Comparing pure competition and oligopolistic competition

Competition is generally a healthy phenomenon.  Its presence ensures that prices set for products and services are fair and reasonable.  Although factors such as supply-and-demand, market position, brand value, etc influence the price set for a product/service, it is competition that fine tunes the price to existing demand. In its absence, monopolies or cartels could form, handing the end consumer a bad bargain.  Experts have identified four types of competition – pure competition, oligopolistic competition, monopolistic competition and pure monopoly.  The rest of the essay will focus on the first two types with a cursory glance at the latter two.

The type of competition for a product is determined by the type of market it exists in.  For example, in markets for stock equities, wheat, rice, metals, etc, there are usually numerous sellers and buyers.   Due to numerous players on both sides of the transaction, the price gets set by itself (the going price).  All buyers and sellers can do is transact at the going price with little room for price adjustment.  Under pure competition of this sort, “marketing research, product development, pricing, advertising, and sales promotion play little or no role.” (Chapter 10, p.296) Thus marketing strategy plays little to no role in the ultimate success of the sales effort.

Oligopolistic competition is witnessed when sellers is confined to a select group.  This is so because resistance is met by other aspiring entrants into the market either due to lack of financial resources or lack of domain expertise.  In oligopolistic competition, the select group of sellers are very sensitive to the prices set by others, for the buyers can easily choose the cheapest offer.  Moreover, “each seller is alert to competitors’ strategies and moves.  If a steel company slashes its price by 10 percent, buyers will quickly switch to this supplier.  The other steelmakers must respond by lowering their prices or increasing their services.” (Chapter 10, p.297)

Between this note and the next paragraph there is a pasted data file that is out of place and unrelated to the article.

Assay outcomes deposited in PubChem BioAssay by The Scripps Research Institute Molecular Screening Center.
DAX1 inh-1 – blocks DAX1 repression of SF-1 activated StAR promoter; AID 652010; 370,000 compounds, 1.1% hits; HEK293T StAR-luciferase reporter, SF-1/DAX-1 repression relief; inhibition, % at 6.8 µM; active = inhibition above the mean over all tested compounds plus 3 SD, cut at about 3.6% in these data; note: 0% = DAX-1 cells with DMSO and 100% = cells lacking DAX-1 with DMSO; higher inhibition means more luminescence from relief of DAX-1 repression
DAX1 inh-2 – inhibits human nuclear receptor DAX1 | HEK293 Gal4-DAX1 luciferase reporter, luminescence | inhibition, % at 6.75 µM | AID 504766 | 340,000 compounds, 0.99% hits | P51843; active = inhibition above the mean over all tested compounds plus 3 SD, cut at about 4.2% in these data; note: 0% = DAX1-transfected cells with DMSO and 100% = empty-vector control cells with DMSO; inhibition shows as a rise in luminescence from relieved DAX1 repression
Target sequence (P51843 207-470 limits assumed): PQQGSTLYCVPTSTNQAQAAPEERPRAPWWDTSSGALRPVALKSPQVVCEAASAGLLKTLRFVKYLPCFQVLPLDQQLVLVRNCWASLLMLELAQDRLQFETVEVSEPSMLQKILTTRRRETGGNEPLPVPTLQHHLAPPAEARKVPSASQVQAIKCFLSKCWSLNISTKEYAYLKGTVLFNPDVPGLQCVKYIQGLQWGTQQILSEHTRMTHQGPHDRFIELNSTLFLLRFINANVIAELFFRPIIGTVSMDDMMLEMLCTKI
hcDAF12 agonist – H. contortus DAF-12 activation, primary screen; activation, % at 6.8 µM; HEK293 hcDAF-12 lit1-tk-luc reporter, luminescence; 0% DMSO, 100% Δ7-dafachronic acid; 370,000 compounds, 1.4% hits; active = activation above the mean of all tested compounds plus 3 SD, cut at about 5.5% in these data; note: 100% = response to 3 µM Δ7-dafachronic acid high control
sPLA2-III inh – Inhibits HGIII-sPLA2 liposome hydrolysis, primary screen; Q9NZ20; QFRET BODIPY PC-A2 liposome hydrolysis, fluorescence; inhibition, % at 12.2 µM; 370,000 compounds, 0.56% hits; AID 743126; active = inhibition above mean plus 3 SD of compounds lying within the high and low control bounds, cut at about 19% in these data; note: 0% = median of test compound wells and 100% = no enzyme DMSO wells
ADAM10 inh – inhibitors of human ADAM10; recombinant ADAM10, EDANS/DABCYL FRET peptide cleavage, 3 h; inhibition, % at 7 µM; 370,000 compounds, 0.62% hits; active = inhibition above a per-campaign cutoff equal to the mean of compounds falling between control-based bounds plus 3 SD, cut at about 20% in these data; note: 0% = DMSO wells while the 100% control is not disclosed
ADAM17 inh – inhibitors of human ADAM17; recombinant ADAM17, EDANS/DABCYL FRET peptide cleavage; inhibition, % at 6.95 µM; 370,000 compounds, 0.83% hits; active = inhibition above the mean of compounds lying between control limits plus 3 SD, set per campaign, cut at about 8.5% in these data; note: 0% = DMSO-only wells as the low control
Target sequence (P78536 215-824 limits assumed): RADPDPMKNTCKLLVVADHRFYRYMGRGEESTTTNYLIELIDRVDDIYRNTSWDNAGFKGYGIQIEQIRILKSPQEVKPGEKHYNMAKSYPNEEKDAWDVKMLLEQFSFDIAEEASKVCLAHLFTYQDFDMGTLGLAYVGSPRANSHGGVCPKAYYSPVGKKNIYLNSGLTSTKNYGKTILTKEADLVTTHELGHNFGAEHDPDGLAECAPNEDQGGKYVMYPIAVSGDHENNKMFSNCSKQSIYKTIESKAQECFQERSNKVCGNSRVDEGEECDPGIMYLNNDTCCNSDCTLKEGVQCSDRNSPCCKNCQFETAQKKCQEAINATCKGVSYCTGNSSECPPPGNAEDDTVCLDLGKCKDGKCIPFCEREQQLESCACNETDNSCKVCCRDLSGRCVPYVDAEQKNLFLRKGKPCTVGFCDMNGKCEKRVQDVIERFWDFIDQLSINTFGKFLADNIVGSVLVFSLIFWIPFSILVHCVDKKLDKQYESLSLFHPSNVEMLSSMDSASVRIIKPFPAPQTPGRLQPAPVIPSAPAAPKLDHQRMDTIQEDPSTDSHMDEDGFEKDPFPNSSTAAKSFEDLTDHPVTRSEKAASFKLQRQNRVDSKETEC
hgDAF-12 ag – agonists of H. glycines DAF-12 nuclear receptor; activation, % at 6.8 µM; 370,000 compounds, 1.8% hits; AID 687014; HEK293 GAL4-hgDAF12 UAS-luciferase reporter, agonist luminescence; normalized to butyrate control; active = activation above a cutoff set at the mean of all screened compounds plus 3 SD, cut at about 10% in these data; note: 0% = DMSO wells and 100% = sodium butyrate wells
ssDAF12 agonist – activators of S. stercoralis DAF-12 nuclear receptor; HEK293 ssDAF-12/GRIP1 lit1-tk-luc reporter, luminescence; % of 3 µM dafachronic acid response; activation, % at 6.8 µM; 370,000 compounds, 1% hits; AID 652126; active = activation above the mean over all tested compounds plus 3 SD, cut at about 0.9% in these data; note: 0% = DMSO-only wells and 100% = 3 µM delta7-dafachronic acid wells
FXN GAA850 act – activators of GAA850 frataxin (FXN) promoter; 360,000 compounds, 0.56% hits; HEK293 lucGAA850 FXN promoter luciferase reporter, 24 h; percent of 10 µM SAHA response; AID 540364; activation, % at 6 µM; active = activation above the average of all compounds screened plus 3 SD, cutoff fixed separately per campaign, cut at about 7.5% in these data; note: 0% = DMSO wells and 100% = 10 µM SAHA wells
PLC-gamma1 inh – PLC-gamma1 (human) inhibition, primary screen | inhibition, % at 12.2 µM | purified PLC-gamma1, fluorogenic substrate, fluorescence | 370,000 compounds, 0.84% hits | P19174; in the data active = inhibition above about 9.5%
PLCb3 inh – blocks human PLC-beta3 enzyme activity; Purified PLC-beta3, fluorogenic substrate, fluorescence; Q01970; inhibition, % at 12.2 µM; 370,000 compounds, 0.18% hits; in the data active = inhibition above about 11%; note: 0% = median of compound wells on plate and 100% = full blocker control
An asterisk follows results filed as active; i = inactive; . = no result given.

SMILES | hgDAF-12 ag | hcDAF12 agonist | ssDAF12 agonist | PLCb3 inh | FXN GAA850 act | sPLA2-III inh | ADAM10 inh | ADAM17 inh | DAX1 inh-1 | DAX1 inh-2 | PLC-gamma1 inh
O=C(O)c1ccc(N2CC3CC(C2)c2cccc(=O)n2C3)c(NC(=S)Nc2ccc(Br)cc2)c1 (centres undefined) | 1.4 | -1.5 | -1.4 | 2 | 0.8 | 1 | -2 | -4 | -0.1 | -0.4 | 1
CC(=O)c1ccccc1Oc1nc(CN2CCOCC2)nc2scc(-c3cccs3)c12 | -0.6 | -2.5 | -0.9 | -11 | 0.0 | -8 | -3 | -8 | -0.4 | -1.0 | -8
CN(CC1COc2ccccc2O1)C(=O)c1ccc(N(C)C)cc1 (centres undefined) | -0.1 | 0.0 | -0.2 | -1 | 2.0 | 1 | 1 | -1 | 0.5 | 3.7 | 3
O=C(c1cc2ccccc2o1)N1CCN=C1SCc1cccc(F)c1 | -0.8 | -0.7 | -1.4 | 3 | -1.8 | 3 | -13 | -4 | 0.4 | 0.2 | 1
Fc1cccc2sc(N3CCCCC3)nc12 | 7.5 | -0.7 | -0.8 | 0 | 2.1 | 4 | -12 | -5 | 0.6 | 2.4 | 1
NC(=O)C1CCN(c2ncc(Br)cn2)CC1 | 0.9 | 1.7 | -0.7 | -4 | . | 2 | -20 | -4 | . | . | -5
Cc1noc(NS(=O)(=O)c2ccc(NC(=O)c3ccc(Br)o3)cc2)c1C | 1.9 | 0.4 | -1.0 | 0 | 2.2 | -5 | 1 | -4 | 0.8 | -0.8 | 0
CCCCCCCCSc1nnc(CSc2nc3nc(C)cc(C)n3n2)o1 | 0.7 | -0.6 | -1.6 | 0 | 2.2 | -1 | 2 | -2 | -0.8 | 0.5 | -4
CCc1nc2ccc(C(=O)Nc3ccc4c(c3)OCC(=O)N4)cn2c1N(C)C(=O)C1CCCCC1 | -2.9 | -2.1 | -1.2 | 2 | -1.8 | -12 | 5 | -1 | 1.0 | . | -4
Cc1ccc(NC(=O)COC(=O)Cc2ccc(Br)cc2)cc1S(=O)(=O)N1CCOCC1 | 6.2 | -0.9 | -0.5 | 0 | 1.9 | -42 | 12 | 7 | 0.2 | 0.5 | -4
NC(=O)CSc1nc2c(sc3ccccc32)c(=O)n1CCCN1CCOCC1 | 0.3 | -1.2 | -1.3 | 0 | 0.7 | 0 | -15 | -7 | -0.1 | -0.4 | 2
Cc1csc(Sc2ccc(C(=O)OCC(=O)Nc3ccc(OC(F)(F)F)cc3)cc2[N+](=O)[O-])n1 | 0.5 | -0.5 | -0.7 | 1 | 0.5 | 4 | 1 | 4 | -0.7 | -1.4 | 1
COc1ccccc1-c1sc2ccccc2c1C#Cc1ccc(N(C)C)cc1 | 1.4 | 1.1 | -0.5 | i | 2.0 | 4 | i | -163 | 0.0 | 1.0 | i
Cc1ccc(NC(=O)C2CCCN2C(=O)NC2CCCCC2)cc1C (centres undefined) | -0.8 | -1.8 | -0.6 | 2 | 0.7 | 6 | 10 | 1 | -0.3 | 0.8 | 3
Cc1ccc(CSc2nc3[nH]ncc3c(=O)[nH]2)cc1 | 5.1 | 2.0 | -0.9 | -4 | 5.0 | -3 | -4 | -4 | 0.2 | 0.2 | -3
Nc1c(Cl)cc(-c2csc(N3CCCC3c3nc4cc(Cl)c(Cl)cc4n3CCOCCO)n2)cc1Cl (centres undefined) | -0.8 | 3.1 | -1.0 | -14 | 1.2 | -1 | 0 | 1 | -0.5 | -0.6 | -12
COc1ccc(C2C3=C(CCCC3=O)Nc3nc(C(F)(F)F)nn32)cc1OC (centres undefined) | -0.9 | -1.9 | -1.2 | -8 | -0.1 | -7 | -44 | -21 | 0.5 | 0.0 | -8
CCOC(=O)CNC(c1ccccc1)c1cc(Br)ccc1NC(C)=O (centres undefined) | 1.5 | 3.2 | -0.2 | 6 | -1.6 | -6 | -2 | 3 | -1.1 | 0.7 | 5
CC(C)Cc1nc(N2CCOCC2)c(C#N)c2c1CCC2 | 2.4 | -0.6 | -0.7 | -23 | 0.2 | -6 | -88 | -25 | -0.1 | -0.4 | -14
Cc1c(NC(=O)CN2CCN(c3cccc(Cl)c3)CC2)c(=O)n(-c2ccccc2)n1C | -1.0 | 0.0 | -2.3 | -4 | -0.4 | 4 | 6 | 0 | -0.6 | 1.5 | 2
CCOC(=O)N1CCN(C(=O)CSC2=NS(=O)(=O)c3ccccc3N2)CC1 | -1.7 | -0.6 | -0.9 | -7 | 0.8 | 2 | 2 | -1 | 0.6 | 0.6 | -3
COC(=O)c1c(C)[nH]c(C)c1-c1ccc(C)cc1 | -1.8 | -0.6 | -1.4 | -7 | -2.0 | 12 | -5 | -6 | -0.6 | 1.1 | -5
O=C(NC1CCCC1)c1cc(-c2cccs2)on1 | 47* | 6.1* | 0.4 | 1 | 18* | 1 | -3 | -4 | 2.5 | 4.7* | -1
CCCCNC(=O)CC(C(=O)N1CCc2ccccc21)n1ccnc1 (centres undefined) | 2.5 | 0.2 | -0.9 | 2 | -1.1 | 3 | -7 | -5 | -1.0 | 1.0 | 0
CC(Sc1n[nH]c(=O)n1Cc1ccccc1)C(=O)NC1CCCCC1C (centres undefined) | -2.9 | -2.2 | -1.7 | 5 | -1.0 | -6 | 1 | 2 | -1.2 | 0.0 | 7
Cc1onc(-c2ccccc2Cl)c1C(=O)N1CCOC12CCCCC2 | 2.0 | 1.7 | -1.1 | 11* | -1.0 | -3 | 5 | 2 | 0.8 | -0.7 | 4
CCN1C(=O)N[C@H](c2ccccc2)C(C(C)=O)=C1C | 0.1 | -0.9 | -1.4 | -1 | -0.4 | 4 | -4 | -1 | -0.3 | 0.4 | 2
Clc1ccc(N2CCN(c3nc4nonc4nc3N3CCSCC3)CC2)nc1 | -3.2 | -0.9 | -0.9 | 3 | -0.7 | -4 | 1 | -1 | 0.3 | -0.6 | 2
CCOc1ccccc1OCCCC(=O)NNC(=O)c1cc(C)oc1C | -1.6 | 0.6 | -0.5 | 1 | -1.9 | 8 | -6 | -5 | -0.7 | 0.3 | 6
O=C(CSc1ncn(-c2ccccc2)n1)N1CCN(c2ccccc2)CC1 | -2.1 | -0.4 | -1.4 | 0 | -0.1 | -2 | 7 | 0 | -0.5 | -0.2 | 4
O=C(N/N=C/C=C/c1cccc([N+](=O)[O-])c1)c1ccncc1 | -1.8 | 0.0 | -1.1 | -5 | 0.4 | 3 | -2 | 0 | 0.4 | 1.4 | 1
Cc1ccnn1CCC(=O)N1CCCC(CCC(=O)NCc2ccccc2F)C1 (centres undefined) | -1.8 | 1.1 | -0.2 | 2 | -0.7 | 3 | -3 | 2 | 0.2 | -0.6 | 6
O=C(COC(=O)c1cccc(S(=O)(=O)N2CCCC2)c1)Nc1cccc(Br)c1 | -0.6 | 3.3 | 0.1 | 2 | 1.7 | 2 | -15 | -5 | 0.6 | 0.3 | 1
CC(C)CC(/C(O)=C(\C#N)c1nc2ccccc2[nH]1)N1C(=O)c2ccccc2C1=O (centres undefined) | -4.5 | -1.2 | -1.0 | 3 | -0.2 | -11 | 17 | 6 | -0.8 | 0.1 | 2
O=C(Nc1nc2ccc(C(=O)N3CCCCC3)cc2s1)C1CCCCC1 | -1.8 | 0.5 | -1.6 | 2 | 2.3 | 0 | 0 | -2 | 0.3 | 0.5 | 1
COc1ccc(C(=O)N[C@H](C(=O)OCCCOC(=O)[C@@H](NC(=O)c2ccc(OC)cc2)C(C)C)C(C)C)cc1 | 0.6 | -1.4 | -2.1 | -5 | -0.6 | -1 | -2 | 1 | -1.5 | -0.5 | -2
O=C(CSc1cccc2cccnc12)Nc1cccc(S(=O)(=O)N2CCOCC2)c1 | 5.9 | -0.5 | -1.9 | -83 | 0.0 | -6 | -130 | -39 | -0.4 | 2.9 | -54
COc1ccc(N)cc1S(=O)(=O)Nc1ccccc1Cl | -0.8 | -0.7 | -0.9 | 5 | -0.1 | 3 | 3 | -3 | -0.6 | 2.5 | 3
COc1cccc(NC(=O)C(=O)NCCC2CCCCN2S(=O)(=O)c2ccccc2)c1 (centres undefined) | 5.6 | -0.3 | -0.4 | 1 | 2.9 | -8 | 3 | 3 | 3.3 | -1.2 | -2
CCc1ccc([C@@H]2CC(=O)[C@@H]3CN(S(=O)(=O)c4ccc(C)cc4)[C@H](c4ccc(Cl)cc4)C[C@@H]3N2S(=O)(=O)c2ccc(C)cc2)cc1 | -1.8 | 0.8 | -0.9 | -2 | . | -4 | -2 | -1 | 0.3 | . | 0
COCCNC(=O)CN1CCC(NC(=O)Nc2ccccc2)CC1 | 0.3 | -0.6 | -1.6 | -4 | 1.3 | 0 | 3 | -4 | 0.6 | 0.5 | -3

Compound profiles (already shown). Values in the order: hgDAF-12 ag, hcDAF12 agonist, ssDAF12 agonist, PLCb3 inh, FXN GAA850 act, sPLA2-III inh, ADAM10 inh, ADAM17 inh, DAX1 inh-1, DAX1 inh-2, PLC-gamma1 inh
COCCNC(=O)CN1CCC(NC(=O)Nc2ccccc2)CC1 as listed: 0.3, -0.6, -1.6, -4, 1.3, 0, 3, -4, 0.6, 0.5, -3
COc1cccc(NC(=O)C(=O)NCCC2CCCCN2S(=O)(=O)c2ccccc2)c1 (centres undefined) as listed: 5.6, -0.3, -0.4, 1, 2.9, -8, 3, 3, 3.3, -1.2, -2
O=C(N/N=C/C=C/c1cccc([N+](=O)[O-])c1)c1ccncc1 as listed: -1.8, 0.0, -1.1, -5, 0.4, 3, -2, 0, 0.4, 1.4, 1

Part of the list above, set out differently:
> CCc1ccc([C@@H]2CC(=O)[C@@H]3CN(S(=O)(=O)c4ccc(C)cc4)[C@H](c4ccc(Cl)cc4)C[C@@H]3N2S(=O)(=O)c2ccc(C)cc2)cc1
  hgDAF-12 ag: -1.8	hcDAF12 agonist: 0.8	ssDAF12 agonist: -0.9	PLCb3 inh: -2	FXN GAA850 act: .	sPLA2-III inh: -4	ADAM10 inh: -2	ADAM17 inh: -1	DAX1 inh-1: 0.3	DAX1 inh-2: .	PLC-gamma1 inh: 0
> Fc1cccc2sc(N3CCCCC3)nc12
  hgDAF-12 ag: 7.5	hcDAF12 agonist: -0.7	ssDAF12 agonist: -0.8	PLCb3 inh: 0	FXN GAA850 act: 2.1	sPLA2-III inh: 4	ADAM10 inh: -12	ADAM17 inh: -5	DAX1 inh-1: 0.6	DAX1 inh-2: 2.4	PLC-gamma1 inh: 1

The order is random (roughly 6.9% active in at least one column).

In an ideal world, all markets will exhibit price patterns reflecting pure competition.  But in the real world, such markets are not common, with oligopolistic competition being the dominant mode.  Another form of competition that is only rarely seen is monopolistic competition, whereby the market arrangement is similar to that of pure competition, but sellers offer a range of products differentiated by quality, price and branding.  In the absence of pure competition, both monopolistic competition and oligopolistic competition are partially likely to reflect consumer interest as opposed to business interest.

Finally, we have the pure monopoly market, where price is largely decoupled from external factors and is largely a reflection of management policies.  Usually, the word monopoly is much dreaded by the end consumer but is most desired by a business enterprise.  But its effects are far more complex than this simple view.  Take say, the U.S. Postal Service.  Although assuming a monopoly position in its market, being a not-for-profit enterprise, it serves the interests of the general population.  But if a pure monopoly were to be established in the business domain, consumers will have little control over the quality or price of the commodity and are likely to be exploited.

Works Cited:

Chapter 10, Pricing Products: Understanding and Capturing Customer Value, Designing a Customer-Driven Marketing Strategy and Integrated Marketing Mix, p.294-298.

Goodwin, N, Nelson, J; Ackerman, F & Weissskopf, T: Microeconomics in Context 2d ed. Sharpe 2009